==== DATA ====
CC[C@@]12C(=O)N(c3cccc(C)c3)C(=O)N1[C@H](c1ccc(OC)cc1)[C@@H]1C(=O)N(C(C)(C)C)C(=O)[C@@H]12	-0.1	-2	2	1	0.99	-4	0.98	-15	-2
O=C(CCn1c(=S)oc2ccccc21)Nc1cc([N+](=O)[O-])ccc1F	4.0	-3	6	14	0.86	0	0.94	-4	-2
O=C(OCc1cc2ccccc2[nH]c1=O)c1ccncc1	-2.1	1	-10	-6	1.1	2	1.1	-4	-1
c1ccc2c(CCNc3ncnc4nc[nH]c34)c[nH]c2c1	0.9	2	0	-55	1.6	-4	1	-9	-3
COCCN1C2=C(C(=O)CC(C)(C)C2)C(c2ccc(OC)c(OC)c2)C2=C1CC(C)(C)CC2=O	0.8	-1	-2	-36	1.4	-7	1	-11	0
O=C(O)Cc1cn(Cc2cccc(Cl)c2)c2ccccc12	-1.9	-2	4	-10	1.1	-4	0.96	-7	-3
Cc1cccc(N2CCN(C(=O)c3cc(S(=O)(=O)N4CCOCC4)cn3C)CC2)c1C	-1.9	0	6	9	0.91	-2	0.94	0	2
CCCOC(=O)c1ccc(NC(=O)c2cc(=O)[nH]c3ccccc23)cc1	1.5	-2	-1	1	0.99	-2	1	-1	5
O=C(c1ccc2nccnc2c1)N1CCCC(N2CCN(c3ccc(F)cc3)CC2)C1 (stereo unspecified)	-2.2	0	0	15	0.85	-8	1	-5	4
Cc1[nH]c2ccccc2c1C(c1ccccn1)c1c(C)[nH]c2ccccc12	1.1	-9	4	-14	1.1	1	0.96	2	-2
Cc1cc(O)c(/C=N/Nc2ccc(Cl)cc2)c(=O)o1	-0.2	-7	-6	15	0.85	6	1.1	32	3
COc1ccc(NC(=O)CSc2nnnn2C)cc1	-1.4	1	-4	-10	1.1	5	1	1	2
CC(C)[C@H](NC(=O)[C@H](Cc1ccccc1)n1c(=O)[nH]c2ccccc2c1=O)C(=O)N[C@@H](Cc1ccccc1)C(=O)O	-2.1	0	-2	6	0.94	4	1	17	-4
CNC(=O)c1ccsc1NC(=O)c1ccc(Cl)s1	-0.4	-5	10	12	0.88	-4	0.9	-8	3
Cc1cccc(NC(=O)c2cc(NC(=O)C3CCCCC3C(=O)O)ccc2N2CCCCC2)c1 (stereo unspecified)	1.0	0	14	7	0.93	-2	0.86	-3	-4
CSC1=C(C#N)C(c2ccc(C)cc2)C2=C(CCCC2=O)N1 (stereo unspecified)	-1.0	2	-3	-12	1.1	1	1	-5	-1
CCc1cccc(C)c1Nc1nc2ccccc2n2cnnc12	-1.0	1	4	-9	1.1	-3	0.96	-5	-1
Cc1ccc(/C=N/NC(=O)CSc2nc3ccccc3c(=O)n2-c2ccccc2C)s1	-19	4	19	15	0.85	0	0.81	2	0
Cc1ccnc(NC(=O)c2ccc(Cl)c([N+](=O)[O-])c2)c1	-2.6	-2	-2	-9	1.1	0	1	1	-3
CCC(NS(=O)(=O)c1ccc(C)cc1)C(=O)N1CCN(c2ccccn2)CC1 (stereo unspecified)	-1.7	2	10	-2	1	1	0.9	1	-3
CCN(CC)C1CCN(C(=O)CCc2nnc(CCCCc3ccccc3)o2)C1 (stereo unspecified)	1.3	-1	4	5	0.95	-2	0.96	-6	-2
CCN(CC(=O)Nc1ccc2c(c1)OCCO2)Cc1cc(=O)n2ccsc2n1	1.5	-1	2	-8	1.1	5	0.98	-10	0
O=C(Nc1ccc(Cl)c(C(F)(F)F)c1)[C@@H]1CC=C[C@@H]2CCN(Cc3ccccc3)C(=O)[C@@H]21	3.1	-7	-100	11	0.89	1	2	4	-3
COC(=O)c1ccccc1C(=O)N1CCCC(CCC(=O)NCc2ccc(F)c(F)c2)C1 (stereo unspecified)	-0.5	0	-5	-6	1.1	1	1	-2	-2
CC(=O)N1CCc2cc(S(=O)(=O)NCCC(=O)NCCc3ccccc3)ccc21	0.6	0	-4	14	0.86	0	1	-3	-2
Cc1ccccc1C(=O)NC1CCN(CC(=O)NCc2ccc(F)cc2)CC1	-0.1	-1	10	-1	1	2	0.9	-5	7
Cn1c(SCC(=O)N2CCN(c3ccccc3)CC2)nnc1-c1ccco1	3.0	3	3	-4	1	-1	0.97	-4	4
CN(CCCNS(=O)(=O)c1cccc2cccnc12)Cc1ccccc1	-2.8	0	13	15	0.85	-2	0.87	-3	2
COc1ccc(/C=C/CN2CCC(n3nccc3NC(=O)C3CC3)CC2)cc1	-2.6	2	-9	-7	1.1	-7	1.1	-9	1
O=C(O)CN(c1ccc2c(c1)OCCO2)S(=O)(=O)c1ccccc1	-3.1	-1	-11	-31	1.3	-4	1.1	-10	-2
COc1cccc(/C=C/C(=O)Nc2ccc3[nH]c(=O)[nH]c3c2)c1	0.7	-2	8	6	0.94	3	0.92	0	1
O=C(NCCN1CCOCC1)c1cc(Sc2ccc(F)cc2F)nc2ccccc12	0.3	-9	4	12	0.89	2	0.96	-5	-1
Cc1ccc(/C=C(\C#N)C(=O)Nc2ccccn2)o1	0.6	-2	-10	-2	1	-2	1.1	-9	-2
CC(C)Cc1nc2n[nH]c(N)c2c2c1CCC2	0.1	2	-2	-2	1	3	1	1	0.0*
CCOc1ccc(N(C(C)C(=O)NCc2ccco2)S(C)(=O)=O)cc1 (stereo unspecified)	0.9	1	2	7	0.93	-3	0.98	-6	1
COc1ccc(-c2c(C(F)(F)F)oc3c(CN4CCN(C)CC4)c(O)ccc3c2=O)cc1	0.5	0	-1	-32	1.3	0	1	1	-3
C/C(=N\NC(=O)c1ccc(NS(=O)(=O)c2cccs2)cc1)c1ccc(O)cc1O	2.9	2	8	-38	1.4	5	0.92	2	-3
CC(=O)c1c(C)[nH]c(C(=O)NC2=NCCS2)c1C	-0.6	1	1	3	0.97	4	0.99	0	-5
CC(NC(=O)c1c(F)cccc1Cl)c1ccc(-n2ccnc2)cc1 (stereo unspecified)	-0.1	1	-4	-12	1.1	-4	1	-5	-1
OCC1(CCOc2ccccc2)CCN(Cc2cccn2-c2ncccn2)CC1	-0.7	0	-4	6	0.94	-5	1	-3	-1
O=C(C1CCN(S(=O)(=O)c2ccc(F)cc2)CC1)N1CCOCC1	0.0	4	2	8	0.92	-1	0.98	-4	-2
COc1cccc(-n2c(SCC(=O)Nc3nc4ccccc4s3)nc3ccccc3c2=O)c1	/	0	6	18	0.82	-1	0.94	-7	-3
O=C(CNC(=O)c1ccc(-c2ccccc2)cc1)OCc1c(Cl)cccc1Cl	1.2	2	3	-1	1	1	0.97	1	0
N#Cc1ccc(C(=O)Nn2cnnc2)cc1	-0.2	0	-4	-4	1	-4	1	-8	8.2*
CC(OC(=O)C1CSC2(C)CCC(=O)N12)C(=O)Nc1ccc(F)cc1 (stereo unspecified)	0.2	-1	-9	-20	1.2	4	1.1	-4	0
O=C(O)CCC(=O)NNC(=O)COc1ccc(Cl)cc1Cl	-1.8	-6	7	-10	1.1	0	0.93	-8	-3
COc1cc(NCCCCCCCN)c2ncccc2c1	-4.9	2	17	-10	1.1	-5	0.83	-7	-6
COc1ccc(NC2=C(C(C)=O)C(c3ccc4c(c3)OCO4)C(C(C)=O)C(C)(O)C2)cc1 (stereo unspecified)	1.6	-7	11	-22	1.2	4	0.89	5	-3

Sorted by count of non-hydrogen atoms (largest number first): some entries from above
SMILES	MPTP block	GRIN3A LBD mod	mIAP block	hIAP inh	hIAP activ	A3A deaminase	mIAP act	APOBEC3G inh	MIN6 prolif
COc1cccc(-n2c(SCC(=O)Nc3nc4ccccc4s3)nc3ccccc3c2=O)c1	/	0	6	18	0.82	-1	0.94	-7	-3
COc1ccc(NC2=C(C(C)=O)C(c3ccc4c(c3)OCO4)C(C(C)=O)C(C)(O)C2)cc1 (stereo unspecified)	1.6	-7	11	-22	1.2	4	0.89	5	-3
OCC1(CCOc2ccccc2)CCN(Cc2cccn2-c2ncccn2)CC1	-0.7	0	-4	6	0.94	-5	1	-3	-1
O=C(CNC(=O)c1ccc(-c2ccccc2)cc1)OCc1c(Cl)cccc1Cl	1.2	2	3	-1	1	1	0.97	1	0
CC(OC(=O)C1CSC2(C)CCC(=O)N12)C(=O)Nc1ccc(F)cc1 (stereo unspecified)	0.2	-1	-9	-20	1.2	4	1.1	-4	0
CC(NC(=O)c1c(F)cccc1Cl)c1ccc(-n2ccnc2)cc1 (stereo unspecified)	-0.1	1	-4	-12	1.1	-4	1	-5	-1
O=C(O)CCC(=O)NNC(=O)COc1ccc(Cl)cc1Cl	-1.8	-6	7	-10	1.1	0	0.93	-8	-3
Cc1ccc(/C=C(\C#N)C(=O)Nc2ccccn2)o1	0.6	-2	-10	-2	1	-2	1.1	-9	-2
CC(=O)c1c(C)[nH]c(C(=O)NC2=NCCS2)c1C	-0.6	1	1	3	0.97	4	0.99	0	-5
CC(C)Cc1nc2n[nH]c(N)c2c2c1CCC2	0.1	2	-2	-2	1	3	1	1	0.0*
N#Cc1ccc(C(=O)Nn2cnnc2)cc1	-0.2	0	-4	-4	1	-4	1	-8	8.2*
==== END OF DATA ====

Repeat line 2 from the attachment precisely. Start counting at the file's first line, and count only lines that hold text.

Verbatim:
O=C(CCn1c(=S)oc2ccccc21)Nc1cc([N+](=O)[O-])ccc1F	4.0	-3	6	14	0.86	0	0.94	-4	-2